First up, the Aki banzuke will be released 4 weeks from today. Lksumo has already presented an idea of where the banzuke will end up, and we expect a high-resolution prognostication in a few weeks. While it might seem like an eternity to sumo fans, there are some actions in the world of sumo worth noting.
Fans may recall Ikioi, a popular, long time veteran of the top division (41 basho!) who suffered injuries and maladies aplenty in Osaka. His 2-13 record was enough to punt him to Juryo 1w, but he has not really recovered. His 5-10 performance in Nagoya from Juryo 8w have many worried that at 32 years old, he is too banged up to compete, and may soon find himself demoted back into the mosh pit that is Makushita, a rank he has not seen since 2011. Naturally, thoughts turn to intai.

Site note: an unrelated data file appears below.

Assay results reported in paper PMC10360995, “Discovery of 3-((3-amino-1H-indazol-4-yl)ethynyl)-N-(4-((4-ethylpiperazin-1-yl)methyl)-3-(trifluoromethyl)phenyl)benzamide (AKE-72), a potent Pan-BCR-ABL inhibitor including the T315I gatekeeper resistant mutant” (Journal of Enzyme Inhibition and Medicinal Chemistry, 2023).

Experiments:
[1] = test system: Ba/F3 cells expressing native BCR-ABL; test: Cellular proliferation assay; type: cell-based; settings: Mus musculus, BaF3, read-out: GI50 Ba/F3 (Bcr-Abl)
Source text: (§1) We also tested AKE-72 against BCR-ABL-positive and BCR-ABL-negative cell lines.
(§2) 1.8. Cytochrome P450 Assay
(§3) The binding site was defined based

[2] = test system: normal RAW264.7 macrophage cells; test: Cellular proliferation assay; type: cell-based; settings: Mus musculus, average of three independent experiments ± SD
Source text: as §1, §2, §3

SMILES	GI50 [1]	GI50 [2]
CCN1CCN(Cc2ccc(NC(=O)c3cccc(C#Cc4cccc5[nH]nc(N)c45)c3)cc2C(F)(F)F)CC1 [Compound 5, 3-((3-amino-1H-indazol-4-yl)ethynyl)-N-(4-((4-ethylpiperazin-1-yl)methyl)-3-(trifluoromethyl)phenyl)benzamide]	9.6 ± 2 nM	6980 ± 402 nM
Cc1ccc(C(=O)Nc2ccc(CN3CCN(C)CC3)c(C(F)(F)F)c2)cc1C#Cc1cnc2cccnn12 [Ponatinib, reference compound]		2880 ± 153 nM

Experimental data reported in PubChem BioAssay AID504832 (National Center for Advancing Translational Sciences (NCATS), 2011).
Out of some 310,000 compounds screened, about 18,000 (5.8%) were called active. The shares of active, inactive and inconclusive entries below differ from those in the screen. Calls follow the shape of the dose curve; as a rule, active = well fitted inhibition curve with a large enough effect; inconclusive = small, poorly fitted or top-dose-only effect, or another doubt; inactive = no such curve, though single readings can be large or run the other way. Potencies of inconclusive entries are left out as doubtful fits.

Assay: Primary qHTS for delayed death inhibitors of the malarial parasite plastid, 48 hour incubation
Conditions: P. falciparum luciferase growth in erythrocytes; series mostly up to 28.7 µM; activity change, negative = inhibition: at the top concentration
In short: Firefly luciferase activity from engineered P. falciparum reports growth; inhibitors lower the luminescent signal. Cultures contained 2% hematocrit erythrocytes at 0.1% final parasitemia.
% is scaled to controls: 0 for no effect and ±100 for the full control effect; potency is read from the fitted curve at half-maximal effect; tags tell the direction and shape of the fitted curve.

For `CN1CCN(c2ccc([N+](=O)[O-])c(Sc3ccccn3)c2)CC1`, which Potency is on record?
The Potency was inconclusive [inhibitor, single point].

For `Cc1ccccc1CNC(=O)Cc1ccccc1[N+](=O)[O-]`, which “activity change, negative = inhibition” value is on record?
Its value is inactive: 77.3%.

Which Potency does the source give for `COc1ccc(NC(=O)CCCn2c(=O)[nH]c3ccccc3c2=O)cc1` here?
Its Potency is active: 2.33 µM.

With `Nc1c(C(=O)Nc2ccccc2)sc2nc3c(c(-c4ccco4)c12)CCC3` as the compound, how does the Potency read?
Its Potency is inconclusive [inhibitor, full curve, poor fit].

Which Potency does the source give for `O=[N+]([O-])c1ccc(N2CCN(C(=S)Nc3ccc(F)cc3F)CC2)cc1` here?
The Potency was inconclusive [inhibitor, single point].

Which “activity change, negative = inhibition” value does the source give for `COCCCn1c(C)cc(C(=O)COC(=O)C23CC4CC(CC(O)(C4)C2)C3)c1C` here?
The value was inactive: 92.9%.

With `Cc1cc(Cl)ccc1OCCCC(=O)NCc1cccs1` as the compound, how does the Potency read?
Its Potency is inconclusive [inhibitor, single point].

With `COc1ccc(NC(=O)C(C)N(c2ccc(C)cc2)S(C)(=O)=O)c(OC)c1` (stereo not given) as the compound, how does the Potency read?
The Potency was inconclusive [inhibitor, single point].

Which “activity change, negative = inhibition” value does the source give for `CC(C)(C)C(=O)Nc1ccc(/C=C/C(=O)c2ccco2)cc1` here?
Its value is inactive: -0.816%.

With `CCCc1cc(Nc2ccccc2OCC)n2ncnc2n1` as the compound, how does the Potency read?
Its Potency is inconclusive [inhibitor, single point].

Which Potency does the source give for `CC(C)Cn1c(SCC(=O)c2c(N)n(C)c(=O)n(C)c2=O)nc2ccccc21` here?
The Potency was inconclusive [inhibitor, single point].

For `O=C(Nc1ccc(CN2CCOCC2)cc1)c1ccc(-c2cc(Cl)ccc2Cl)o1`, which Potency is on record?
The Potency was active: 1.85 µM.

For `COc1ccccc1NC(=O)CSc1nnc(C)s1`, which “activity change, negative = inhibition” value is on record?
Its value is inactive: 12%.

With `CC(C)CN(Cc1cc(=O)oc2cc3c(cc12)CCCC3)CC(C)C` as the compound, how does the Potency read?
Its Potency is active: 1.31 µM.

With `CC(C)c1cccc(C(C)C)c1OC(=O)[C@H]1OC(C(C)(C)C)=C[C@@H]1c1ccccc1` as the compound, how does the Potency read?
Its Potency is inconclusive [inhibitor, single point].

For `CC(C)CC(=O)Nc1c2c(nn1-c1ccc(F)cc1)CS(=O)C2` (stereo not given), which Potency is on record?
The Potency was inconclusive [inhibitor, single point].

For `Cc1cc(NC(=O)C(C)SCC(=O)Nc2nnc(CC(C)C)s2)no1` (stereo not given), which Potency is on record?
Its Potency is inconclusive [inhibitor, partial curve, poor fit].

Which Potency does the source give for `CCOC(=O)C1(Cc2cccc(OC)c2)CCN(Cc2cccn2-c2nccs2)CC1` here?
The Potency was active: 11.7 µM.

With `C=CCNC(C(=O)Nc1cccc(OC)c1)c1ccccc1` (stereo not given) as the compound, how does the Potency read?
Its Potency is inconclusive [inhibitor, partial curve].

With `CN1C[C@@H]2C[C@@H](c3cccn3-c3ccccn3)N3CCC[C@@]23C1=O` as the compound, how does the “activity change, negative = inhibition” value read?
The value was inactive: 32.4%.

Now word that the person (the former Shotenro) who has been using Ikioi’s kabu (elder position) has vacated that position and taken up another. This is a fairly good signal that Ikioi is starting to prepare for a post competition career, should Aki continue his poor performance.
The summer Jungyo is starting today, with any luck Herouth will bring us video clips and reports scavenged from the web and from twitter. There are a host of rikishi who are not on jungyo: Takayasu, Goeido, Tochinoshin, Takakeisho, Yoshikaze, Kaisei and Takagenji. With many of these rikishi being part of the “over 30” club, fans are right to be concerned about the long term health of sumo’s stars. Goeido and Tochinoshin will both be kadoban in September, Takakeisho will be fighting for 10 from Ozekiwake, Yoshikaze may still be in dry dock, but should be dropped to Juryo.
For some more sunny news, Yokozuna Hakuho was active on the first day of the jungyo, so whatever problems he still has with his elbows are not keeping him from the dohyo.